Life in times of Corona XVII

The trip to visit my mother has involved extensive strategic planning. She lives less than 800 km from where I live. It’s the same continent and my car makes the trip on one tank of petrol (which is also the main reason why I can’t have an e-car). The plane ticket costs a ridiculous amount and can be booked at short notice, but I can’t fly. The risk of infection is simply too big, and my mother will soon be 80 years old. That’s why I’m forced to drive, even on long journeys.

My mother wants nothing for Christmas except to be with me. She has never been alone at Christmas in her life. A wish that is almost impossible to fulfil in these days of Corona. The last time I saw my mother was in summer. Even worse, I gave her my word that she could see me once a month and thanks to all the quarantine regulations and travel restrictions, I couldn’t keep my word.

Now I had to work out a plan to isolate myself ahead of time and avoid possible contagion. I wanted to visit her and grant her Christmas wish, but I had to do it in such a way that I would not endanger her. Quite a challenging undertaking. This meant home office, solitary walks or outdoor sports and foregoing many things I like to have – friends, meeting in restaurant, Christmas shopping, visits, massage, going to the cinema. Everything was cancelled. The days became dreary and horribly foggy. With the goal in mind and a lot of discipline, it works. It is tough, very tough, but it works.

I had myself tested twice within a short time. Both times with the result: negative – what a relief. The very first test I had when I visited her in June cost 77 francs, these tests now cost 140 each. I’ll give myself a Corona test for Christmas, I thought. Obviously supply and demand, which drives the prices up.

Then I spent several hours on the internet reading through and understanding all the regulations of the countries relevant to my trip. I had a lot saved, printed out and filled in. I bought food that we could survive in need for several months, packed warm clothes in case I got stuck in a traffic jam somewhere and had to spend the night outside in the car in freezing temperatures. Finally I was ready, the car was loaded and I could leave on Saturday morning.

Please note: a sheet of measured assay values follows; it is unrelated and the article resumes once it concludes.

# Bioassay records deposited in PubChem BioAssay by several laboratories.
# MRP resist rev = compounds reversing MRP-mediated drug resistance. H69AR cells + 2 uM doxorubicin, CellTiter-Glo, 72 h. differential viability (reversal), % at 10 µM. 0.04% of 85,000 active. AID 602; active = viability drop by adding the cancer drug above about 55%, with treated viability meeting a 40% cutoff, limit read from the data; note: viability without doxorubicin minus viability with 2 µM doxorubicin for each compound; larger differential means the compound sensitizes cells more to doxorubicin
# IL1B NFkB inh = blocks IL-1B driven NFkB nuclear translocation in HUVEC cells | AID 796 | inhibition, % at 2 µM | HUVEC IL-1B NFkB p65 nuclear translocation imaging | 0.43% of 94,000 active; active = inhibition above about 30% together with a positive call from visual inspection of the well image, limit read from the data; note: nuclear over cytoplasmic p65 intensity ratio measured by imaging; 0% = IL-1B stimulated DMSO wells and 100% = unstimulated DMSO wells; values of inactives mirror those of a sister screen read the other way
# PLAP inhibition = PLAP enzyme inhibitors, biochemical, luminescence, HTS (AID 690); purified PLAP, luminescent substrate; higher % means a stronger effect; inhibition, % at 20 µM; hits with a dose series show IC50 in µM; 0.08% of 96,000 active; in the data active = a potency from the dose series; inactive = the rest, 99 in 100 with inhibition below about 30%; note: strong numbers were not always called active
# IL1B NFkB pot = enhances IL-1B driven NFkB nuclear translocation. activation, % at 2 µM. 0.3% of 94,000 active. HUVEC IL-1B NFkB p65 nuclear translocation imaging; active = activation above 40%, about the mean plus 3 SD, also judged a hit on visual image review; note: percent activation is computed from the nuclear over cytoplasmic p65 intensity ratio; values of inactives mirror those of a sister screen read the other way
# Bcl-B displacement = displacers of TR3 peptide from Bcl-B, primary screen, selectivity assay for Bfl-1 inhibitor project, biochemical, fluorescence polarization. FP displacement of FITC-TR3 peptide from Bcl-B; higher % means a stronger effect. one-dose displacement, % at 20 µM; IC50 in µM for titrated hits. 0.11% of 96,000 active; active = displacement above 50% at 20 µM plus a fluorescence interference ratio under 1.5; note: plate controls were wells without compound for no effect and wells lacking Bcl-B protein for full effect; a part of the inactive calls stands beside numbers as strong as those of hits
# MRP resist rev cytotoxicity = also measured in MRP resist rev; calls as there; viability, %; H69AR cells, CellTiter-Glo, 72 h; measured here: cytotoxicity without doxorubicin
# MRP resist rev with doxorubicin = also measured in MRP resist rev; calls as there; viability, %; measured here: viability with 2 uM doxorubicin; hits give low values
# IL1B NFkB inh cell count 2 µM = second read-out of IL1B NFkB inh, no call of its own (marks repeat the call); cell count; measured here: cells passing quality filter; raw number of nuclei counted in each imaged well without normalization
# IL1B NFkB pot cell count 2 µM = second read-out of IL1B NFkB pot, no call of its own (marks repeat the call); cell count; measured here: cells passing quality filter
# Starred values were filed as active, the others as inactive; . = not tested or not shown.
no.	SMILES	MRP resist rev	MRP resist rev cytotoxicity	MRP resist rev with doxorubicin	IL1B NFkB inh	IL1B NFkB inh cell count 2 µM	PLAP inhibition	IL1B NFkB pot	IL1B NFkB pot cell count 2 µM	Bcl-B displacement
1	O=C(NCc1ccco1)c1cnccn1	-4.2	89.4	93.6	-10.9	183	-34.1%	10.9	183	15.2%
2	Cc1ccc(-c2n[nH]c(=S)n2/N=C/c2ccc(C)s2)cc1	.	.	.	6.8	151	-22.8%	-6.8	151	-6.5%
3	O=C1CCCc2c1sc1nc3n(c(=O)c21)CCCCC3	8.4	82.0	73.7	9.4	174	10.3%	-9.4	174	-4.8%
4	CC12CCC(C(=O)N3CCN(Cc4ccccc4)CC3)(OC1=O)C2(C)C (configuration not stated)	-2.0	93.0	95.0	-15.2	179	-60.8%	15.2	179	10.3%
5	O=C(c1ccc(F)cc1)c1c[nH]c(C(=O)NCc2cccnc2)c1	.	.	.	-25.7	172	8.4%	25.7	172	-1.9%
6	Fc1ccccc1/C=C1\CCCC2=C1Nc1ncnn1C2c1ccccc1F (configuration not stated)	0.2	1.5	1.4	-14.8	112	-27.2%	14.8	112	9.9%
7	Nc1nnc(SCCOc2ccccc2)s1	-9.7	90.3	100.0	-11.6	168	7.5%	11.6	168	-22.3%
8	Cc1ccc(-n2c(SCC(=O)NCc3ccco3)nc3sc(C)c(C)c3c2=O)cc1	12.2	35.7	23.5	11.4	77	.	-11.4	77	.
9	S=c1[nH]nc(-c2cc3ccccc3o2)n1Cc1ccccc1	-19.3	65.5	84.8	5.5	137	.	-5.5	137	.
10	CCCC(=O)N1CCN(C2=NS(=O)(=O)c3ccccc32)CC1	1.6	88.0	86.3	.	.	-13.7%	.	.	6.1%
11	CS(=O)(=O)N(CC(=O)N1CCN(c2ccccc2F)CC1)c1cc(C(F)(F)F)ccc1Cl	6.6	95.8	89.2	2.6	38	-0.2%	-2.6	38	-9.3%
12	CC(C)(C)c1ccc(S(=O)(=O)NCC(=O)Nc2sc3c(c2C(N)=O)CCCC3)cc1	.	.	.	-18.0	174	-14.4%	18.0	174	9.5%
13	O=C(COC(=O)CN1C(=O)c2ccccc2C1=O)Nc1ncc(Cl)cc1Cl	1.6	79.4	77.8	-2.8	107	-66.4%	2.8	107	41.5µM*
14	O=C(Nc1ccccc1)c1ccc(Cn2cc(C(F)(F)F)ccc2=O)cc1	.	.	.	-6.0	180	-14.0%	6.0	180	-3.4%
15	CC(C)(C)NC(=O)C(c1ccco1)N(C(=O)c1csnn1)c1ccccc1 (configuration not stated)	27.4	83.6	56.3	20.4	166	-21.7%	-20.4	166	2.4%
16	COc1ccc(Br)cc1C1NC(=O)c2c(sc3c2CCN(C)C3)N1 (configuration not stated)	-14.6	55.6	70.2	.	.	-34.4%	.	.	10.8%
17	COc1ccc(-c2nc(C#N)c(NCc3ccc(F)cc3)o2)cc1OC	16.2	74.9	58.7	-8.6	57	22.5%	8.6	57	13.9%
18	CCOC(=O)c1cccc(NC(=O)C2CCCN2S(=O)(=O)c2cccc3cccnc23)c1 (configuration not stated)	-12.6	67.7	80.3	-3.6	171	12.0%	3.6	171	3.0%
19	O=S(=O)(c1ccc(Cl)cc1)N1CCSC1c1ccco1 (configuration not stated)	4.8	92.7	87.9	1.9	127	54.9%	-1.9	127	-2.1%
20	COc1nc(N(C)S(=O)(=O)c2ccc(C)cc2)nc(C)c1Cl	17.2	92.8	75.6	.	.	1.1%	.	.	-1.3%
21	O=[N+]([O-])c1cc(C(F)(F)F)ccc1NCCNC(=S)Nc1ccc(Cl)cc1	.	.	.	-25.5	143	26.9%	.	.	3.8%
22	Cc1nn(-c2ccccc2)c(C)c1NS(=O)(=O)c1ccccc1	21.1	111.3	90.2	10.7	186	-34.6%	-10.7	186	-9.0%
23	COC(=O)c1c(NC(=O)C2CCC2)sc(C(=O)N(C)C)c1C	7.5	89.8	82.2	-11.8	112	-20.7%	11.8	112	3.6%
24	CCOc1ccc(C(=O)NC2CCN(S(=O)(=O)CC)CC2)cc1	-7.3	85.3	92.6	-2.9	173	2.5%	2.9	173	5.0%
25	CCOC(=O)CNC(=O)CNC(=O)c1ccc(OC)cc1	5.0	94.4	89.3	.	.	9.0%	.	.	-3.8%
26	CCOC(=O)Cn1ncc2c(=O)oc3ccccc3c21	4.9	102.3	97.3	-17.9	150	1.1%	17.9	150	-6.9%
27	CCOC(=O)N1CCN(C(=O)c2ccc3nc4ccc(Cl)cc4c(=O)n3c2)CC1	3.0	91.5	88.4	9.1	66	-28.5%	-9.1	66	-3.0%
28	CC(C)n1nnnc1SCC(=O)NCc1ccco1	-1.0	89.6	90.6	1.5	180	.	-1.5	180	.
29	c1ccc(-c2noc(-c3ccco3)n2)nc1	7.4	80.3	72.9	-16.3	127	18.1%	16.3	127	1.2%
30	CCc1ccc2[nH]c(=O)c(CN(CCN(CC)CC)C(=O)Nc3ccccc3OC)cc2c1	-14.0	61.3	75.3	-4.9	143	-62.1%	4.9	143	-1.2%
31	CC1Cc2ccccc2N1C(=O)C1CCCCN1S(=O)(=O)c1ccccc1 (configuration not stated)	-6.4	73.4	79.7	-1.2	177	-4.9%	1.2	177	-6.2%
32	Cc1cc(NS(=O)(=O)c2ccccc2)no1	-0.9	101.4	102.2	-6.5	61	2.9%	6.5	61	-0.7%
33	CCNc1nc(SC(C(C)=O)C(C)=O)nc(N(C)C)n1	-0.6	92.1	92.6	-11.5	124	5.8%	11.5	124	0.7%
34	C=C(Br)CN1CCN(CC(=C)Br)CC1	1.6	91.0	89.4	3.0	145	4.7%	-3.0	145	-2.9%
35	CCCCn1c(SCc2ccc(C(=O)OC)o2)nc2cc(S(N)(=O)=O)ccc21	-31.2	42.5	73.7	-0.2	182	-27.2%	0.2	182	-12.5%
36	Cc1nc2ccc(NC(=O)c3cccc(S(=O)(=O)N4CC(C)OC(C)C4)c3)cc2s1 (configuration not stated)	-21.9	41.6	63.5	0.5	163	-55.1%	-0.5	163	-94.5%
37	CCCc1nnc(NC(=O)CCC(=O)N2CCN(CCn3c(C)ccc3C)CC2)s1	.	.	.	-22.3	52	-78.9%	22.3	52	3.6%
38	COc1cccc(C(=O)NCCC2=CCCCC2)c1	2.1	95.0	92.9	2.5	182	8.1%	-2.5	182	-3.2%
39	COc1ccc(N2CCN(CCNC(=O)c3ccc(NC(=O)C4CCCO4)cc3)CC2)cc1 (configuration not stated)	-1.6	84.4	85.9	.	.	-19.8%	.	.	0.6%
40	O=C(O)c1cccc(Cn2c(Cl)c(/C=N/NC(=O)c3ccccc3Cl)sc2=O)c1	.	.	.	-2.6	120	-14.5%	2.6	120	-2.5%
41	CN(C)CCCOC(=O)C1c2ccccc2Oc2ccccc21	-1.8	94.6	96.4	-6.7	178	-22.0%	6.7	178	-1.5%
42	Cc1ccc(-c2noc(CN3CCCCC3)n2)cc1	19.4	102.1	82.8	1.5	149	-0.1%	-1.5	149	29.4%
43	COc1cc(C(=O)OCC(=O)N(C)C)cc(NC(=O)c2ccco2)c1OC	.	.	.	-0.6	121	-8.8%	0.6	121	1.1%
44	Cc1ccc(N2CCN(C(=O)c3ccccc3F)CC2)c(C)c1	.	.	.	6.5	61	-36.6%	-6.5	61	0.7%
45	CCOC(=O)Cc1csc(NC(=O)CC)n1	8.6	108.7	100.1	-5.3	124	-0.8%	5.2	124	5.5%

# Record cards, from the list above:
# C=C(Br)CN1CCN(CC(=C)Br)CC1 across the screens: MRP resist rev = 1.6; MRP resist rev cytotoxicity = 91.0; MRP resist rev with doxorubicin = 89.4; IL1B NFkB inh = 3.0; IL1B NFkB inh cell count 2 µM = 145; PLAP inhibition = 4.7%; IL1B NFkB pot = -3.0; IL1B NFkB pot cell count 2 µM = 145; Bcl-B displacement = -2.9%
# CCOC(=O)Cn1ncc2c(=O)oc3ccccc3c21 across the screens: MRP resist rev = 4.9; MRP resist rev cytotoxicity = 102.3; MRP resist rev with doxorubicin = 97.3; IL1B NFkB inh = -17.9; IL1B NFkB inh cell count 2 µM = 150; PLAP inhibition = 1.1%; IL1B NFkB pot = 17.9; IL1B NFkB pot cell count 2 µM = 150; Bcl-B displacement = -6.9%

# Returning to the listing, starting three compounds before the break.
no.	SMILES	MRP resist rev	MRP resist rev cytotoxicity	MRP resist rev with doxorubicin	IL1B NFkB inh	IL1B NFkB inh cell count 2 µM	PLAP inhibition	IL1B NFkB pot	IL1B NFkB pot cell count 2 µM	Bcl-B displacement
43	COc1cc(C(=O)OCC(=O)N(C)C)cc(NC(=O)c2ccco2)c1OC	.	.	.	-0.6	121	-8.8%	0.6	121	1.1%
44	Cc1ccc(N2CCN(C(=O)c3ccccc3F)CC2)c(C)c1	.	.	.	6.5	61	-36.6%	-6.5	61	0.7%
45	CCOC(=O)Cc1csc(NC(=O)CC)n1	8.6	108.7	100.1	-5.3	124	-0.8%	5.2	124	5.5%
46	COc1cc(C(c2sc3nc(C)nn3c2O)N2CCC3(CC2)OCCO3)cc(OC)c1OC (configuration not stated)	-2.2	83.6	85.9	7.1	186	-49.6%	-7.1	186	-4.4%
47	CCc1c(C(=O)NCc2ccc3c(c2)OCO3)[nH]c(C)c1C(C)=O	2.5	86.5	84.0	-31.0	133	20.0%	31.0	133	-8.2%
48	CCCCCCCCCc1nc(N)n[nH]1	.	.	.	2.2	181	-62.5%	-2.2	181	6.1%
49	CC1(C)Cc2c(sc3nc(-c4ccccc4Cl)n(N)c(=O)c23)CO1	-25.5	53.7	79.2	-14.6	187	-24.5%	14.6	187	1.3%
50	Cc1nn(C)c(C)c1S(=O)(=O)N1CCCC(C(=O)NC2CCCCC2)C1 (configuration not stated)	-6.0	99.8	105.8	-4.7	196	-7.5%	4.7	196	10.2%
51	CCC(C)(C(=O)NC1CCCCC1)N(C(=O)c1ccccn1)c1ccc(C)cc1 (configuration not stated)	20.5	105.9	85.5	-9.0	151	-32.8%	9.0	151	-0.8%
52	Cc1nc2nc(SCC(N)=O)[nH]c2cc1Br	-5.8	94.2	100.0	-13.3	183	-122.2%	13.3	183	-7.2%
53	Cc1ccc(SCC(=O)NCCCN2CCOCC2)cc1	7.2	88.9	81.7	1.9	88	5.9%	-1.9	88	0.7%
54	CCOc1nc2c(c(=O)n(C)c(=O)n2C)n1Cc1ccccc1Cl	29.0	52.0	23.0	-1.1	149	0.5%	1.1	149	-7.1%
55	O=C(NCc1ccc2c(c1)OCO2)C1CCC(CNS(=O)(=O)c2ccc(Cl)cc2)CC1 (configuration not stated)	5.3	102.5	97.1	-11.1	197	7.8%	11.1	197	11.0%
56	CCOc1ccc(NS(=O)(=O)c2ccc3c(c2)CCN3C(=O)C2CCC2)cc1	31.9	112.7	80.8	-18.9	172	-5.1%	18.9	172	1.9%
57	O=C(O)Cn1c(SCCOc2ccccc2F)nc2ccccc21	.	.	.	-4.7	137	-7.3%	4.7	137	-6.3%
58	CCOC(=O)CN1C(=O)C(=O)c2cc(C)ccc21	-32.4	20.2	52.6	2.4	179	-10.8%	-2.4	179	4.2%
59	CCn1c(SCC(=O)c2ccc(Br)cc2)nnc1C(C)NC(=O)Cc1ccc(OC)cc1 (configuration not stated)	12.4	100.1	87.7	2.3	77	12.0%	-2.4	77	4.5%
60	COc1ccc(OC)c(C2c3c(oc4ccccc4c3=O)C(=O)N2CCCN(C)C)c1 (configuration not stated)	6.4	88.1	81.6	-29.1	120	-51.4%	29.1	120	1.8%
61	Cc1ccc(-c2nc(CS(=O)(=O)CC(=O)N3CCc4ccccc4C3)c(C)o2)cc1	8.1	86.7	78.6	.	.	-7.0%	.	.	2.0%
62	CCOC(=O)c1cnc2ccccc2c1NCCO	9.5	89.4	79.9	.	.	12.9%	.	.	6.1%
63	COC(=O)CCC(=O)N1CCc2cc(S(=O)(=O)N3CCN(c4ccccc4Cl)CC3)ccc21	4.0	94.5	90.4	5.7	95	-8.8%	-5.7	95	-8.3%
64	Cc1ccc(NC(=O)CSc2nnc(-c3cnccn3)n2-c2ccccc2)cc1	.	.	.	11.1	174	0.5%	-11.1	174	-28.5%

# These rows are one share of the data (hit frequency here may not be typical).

I was prepared for difficulties of any kind. For a journey that could stretch over several days and where, in a worst-case scenario, I wouldn’t even be able to leave the car.

None of this happened, to my great astonishment. The border crossing between Switzerland and Austria was only manned on the Swiss side, but no one there was interested in me. I overlooked the border crossing between Austria and Germany and the last border crossing was also deserted. The roads were also almost empty, and to my great relief there were no problems at all.

After an incredibly short journey, I was standing in front of my mother’s house and spent a lot of time unloading the car. I was incredibly grateful and relieved. The incredible pressure of the last weeks was gone. I had made it. We’re together and we’ll stay together through Christmas.

Many people don’t have this luck this year. As recently as Friday I was talking about how a flight from the UK to Poland was only £4. By Sunday it was clear that anyone who hadn’t left the UK by Sunday morning (or hadn’t entered) was very unlikely to make it to Christmas at all. Now when I hold my mother’s hand in mine and we tell each other, I can’t help but think of all the stranded, unfortunate ones who will be all alone. It’s going to be a very special Christmas this year. They will not be easy.

So I wish us all that together we can get a grip on it and fulfil the small (but currently unfulfillable) wishes in 2021.

And thank you to everyone who supported me on my journey to see my mother. I appreciated it very much.

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